By its nature, ad fraud is eclectic; it can be perpetuated by bots, malware, humans, or a combination thereof. Not only can ad fraud be carried out by all of these different actors, but the fraud itself can take many different forms. Here are some of the more pervasive forms of ad fraud on the market today:
This form of ad fraud occurs when publishers stack several ads on top of each other, leaving only the ad on top visible. Let’s say 10 ads are stacked on a website, and a visitor lands there. All 10 ads register impressions, even though the visitor only saw one. In this scenario, nine ads will fail to perform because no one can see them.
Ad injection is a more nefarious pathway for fraud. This method uses malware to infect a website to override normal ad placement protocols, opening the door to unwanted advertising that can be placed in spots that haven't been paid for. Even worse, these unpaid ads can replace legitimately purchased advertising space. Most injected ads are irrelevant to the website in question or feature inappropriate content. Due to the malware required to achieve this strategy, ad injection poses a significant risk to the sites in use. This scam can affect companies of all sizes.
Affiliate Marketing Fraud
Affiliate marketing is a marketing avenue in which businesses pay affiliates who can draw in new visitors or customers. Generally, the affiliate receives some sort of kickback for every new action generated, which can be in the form of impressions, clicks, leads, or e-commerce purchases. Affiliate marketing fraud aims to cheat merchants, buyers, or legitimate affiliates through the use of misleading or fraudulent activity to earn illegitimate commissions.
Pay-Per-Click or Cost-Per-Click Fraud
This kind of advertising allows an advertiser to place their ads onto a site or network and only charges them when someone clicks on their ad. Fraudsters take advantage of this type of marketing by using bots, malware, or humans to click on ads to make money. In some cases, click fraud is committed by competitors who are trying to deplete the competing company’s advertising budget.
Influencer Marketing Fraud
In marketing terms, an influencer is someone who has a large following on social media and is able to "influence" others to make specific buying decisions. Influencer marketing fraud occurs when an influencer is either using bots or other techniques to artificially inflate their engagement with the advertiser. Sometimes, the influencer isn't even a real person.
Lead Generation Fraud
Lead generation is one of the primary objectives of digital marketing. In a lead generation ad, online advertisements take users to a landing page where they can sign up to request more information. In order to commit lead generation fraud, a fraudster will use a bot, malware, or humans to fill in the lead forms using stolen information to bypass detection. This creates a myriad of issues for the advertiser, including legal compliance issues.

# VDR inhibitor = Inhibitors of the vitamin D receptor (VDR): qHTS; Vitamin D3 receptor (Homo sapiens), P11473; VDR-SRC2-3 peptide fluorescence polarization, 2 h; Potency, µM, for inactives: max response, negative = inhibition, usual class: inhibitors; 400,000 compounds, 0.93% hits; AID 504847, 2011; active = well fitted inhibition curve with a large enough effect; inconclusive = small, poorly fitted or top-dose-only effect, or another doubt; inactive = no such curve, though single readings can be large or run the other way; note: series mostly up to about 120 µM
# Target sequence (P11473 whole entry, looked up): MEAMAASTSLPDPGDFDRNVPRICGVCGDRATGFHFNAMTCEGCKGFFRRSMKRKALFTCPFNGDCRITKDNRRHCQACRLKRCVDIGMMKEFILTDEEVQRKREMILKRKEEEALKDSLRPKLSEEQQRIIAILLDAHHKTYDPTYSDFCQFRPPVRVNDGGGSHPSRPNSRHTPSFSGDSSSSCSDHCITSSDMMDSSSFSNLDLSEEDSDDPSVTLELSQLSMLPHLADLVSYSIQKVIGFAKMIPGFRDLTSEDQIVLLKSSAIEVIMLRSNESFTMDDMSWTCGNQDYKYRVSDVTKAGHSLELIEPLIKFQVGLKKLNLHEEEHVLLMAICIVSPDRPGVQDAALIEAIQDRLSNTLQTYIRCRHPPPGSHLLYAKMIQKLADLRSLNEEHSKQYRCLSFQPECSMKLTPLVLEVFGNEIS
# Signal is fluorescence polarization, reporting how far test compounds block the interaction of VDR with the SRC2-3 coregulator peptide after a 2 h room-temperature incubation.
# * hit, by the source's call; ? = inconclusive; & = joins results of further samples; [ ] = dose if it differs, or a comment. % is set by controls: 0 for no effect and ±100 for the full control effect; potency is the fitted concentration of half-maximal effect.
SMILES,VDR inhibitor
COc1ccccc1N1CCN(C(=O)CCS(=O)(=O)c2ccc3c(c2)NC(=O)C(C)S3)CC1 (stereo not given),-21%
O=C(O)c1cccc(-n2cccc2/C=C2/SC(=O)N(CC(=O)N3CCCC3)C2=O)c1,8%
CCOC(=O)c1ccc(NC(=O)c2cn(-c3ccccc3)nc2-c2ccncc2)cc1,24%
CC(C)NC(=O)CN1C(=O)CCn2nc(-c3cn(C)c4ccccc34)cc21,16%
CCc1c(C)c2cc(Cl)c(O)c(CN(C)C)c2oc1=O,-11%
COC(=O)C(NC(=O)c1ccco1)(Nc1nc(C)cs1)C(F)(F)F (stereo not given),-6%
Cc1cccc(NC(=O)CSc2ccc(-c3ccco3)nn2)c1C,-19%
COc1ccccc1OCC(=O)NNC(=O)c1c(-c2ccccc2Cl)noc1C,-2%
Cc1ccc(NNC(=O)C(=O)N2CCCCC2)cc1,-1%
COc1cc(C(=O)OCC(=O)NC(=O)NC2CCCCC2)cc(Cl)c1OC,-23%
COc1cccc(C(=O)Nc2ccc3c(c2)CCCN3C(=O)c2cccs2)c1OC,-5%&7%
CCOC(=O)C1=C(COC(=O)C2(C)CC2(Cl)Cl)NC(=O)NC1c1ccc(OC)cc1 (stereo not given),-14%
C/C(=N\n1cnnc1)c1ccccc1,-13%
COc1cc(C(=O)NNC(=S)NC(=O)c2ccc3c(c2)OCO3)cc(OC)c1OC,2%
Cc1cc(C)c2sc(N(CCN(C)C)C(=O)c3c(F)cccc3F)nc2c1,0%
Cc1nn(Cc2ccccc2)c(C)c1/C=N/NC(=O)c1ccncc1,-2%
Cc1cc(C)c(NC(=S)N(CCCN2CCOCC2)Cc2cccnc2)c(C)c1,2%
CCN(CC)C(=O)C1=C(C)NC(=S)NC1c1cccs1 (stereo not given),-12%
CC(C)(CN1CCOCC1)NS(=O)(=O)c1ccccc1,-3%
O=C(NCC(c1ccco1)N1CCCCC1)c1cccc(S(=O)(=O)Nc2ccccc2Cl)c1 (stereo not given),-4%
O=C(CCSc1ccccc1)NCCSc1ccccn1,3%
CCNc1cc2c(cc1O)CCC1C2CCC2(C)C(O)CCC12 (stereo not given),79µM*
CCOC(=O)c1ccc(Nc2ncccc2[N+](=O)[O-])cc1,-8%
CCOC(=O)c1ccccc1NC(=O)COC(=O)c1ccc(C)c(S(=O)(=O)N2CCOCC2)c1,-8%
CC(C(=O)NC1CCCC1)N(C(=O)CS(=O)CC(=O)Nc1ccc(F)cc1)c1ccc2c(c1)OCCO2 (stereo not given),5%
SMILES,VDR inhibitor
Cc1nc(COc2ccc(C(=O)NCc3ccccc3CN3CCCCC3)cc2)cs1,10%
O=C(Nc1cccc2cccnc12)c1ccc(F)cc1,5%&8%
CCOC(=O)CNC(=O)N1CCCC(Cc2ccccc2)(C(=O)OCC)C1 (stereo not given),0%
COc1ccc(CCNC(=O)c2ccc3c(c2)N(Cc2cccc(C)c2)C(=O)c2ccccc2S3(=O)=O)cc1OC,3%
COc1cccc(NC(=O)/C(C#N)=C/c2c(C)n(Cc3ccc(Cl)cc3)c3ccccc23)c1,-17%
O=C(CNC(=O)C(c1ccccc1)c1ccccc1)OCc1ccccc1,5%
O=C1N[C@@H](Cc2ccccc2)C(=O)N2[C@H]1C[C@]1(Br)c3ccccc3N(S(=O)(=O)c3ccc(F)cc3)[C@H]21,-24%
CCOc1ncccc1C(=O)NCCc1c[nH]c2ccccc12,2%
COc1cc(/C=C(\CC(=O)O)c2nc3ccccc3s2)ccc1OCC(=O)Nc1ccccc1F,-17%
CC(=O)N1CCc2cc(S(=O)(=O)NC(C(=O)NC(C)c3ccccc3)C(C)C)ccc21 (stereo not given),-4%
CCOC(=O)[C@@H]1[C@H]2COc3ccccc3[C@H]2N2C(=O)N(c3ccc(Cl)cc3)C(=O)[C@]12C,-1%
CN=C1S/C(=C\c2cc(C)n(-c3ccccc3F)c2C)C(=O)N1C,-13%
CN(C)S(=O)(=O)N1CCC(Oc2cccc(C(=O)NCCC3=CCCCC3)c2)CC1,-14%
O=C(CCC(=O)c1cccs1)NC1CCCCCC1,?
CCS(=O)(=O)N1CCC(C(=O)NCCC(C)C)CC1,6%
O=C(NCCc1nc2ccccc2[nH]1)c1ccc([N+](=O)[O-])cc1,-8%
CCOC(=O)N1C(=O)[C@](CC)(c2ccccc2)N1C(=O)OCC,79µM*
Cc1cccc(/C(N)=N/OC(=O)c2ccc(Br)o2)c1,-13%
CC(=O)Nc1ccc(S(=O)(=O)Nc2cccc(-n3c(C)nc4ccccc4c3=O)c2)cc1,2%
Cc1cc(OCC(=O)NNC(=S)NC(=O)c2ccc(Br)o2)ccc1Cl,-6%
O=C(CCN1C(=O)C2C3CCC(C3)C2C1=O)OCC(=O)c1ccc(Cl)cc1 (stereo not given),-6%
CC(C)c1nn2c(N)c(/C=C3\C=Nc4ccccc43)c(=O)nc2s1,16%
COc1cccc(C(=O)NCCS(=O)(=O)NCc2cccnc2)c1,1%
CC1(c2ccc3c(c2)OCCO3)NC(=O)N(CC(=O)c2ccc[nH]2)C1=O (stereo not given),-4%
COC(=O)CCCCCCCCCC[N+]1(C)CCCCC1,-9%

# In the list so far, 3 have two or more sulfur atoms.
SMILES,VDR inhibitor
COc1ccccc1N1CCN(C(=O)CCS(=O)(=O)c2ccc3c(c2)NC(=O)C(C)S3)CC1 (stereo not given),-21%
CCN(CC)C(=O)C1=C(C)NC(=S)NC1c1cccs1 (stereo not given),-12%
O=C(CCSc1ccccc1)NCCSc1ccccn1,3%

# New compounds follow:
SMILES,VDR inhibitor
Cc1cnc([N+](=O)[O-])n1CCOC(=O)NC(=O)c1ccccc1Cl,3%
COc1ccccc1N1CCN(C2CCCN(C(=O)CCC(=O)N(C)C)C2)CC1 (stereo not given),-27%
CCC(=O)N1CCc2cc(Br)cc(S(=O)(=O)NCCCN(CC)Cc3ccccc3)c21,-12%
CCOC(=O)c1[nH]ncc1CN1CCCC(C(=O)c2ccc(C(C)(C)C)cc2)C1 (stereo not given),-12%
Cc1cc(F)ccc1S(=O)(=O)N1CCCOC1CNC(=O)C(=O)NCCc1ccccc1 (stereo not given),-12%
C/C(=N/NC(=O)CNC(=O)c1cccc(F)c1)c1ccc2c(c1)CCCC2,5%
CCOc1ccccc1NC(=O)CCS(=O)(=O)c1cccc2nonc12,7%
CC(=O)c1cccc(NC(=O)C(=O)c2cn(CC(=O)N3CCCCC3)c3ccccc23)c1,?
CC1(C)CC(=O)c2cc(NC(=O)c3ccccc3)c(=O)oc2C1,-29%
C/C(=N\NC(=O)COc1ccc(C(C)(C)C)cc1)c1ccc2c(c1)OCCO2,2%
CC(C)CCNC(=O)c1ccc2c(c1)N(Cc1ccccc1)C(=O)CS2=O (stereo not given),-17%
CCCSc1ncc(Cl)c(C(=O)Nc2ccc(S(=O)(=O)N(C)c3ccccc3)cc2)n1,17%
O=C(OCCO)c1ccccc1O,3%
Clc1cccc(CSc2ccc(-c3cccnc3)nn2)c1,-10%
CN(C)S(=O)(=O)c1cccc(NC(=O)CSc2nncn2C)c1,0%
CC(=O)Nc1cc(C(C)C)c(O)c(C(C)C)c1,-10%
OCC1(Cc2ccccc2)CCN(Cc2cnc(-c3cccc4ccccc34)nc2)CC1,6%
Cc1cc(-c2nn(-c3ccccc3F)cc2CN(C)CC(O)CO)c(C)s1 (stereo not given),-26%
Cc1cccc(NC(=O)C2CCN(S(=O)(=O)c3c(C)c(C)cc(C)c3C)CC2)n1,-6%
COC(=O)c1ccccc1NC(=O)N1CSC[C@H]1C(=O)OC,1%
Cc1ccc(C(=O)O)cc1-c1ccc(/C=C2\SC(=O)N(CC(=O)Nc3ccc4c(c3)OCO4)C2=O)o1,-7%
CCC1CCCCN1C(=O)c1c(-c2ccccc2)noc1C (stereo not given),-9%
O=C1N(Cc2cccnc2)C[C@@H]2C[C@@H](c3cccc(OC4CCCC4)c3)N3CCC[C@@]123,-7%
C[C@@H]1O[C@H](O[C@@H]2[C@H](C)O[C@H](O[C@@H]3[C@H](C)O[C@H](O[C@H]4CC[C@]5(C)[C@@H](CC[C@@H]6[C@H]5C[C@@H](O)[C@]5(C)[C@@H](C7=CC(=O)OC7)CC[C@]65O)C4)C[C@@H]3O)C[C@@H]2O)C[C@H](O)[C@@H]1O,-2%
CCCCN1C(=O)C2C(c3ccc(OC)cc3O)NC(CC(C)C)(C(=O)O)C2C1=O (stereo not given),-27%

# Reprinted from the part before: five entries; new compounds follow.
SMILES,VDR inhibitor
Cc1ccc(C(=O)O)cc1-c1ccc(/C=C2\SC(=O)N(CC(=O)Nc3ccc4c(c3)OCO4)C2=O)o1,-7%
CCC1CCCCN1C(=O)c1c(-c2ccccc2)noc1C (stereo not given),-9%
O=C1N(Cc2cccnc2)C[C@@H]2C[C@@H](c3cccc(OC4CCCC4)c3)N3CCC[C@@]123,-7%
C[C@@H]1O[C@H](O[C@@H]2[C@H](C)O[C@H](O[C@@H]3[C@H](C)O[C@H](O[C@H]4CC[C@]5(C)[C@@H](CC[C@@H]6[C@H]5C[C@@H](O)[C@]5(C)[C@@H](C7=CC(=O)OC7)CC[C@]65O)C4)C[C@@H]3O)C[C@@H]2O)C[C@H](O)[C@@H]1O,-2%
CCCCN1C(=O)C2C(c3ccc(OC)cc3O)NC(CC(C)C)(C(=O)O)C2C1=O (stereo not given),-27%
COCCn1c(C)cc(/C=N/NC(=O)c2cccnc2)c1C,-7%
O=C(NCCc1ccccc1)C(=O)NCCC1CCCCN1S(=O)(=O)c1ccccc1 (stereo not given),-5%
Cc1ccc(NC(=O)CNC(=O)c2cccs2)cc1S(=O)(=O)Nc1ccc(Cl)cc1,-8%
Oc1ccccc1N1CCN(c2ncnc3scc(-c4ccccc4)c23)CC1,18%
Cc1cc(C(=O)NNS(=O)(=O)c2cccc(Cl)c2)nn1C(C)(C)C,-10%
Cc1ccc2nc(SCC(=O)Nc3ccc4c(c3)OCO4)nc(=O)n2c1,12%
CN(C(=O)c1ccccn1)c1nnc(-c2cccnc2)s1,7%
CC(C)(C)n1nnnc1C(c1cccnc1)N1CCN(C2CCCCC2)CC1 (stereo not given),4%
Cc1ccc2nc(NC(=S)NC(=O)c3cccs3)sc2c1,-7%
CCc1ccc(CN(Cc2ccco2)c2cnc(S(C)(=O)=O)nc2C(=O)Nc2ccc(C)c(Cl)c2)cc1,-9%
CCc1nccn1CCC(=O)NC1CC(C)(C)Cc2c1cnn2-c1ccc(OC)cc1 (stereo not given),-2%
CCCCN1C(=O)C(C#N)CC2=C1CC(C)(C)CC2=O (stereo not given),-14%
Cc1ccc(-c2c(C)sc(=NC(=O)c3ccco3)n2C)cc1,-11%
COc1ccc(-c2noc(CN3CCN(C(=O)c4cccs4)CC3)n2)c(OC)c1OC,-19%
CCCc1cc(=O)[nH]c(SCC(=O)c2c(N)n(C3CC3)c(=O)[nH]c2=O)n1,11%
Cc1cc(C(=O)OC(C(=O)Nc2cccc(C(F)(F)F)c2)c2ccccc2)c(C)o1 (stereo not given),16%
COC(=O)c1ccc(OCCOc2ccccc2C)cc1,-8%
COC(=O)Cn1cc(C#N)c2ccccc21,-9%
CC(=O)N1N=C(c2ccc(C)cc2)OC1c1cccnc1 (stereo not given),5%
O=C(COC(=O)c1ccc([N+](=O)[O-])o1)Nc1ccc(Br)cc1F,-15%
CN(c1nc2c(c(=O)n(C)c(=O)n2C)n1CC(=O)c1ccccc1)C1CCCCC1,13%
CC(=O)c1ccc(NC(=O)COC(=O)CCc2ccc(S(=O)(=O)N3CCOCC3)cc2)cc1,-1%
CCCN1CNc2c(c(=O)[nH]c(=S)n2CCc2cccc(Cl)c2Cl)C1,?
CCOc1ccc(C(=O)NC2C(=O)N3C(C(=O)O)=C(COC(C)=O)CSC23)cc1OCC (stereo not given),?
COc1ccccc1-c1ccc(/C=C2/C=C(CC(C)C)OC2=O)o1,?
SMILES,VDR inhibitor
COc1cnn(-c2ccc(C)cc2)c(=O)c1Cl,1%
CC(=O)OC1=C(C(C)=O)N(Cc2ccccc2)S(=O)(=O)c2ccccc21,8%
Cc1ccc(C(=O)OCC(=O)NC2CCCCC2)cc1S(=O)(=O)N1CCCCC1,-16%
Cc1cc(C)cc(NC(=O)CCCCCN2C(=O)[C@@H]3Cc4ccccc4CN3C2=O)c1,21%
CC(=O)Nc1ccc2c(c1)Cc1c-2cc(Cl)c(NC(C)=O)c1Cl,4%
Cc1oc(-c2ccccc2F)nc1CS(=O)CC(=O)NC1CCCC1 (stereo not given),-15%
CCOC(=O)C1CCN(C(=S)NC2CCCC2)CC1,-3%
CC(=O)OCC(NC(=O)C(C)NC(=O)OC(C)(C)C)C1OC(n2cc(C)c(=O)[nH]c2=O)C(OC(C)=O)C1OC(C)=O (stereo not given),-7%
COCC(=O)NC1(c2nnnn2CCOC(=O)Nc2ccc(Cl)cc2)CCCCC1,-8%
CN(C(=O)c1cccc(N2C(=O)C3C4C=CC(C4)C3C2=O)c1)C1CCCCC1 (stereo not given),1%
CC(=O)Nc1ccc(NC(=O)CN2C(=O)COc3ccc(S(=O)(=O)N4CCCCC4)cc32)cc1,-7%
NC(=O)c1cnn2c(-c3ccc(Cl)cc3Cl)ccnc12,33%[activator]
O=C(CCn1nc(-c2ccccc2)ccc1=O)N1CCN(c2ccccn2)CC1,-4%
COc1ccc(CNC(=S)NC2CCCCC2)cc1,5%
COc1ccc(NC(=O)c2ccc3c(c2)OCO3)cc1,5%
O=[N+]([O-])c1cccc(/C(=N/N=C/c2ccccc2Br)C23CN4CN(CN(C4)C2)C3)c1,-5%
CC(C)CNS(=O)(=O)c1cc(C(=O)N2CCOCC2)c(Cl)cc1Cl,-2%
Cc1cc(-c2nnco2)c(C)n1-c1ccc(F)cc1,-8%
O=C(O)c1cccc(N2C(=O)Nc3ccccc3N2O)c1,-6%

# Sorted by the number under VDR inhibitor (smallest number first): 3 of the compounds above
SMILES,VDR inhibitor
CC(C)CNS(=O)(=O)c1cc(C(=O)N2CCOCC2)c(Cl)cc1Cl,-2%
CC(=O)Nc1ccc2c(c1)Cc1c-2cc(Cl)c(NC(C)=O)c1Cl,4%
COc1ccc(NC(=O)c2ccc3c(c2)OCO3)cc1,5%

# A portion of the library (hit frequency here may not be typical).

Pixel Stuffing Fraud
Pixel stuffing is a technique in which a standard ad is reduced in size and placed in a single pixel. The ad technically exists on the site and visitors trigger impressions each time it is accessed. However, individual pixels aren't visible to the human eye, so viewers aren't actually viewing these ads and any impressions generated are illegitimate. Because pixel-stuffed ads take up very little real estate, fraudsters can fill an entire site with pixel-stuffed ads to create the illusion of a significant number of impressions.
The Interactive Advertising Bureau (IAB) defines viewability as "... greater than or equal to 50 percent of the pixels in the advertisement were on an in-focus browser tab on the viewable space of the browser page, and the time the pixel requirement is met was greater than or equal to one continuous second, post ad render." In essence, this means at least half of your ad is in view for a minimum of one second. Display ads are sold based on this viewability standard. Fraudsters know how to hide ads and trick the measurement companies into thinking they’re in view when in reality, they’re not. Also, note that the definition of viewability doesn't specify who is viewing the ad. Instead of a legitimate person, it could be a bot, malware, or a human fraud farm.
This list of the types of ad fraud is by no means comprehensive, but it should give you a pretty good idea of how sophisticated fraudsters can be. The good news is that, when it comes to stopping ad fraud, you’re not completely powerless. By investing in an ad fraud detection solution, your business can protect itself against even the most advanced fraudsters—maintaining your reputation, reaching more customers, and keeping more of your hard-earned money along the way.